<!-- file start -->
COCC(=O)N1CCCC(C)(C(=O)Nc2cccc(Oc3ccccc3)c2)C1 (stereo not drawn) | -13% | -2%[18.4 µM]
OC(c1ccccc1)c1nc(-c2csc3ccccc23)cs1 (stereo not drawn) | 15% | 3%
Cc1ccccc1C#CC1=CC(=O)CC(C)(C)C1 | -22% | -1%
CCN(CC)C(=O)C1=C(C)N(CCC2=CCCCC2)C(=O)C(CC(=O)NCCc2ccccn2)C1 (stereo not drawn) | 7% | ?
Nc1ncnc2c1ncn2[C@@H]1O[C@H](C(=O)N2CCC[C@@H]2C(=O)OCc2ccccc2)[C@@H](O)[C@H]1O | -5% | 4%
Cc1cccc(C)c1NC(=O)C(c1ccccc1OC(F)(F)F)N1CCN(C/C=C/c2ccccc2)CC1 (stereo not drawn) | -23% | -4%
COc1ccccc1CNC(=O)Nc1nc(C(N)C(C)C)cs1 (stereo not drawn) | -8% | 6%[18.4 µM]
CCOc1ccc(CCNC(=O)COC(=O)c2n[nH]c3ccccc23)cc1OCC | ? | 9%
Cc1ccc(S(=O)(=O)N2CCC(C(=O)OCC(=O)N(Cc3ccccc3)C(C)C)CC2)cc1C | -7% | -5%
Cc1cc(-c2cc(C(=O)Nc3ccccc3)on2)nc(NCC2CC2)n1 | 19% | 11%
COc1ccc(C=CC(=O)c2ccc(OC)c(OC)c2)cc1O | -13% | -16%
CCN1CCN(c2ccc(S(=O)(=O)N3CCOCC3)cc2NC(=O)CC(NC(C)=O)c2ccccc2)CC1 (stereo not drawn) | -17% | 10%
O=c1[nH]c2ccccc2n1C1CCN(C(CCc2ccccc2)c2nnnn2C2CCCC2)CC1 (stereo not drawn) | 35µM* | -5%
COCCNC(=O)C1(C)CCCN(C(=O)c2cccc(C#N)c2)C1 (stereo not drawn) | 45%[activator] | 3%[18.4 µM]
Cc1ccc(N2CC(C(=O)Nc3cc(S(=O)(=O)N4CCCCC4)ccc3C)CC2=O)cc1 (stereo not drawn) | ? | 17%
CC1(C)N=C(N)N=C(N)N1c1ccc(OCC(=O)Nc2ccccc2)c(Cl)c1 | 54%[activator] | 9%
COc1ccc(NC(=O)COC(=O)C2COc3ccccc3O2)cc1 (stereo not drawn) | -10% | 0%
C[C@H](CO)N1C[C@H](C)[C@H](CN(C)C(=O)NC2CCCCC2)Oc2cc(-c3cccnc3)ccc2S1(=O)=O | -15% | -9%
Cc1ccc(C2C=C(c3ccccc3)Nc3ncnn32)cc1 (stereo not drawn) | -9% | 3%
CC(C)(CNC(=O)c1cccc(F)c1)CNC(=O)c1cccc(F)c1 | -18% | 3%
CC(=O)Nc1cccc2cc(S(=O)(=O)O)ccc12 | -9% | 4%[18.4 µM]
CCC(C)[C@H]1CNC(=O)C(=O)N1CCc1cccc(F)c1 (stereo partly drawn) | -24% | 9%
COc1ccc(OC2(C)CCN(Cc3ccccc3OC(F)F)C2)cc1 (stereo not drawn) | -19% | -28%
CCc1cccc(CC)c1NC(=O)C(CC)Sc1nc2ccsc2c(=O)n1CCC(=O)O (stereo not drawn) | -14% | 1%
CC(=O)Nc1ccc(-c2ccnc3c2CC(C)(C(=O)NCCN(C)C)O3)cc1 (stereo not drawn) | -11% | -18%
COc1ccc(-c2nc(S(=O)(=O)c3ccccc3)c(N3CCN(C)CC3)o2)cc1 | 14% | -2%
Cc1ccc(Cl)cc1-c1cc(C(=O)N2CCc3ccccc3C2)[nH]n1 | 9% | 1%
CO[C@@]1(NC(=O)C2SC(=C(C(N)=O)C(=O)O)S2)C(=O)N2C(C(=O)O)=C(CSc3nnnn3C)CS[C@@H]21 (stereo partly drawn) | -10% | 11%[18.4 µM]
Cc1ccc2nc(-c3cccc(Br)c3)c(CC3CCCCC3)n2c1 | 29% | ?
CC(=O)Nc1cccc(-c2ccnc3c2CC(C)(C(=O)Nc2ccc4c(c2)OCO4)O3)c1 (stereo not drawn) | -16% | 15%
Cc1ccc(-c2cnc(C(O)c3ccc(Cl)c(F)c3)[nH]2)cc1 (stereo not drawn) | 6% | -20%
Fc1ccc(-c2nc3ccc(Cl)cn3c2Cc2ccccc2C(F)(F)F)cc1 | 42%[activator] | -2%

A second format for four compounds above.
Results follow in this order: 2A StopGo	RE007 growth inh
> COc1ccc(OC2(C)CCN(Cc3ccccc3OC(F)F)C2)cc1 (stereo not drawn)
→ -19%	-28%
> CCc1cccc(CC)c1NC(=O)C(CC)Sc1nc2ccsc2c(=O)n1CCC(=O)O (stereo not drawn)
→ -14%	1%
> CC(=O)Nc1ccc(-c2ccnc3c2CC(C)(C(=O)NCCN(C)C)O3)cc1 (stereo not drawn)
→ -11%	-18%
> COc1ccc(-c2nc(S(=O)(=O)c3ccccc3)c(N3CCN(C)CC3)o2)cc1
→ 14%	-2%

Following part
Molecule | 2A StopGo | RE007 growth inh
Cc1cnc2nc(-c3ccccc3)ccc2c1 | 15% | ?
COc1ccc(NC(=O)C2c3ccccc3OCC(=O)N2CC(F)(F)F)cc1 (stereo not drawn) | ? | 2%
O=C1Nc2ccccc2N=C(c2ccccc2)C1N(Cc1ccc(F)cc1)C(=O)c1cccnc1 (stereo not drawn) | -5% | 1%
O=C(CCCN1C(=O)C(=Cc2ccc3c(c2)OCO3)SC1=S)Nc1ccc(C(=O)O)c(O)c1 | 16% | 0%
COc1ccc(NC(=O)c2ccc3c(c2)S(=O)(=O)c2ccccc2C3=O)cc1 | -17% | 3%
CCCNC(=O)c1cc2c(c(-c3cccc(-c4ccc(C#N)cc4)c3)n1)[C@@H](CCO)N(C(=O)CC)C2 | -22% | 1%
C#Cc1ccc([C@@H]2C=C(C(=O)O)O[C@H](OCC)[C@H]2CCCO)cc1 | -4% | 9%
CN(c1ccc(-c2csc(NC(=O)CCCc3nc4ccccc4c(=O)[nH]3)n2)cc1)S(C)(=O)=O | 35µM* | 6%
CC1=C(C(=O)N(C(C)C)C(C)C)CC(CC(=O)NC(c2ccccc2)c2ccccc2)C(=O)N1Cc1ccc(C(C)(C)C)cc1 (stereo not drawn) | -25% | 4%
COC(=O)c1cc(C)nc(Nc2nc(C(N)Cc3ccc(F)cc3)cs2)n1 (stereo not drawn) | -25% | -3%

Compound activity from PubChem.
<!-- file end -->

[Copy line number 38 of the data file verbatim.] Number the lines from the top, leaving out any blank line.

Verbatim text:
→ -14%	1%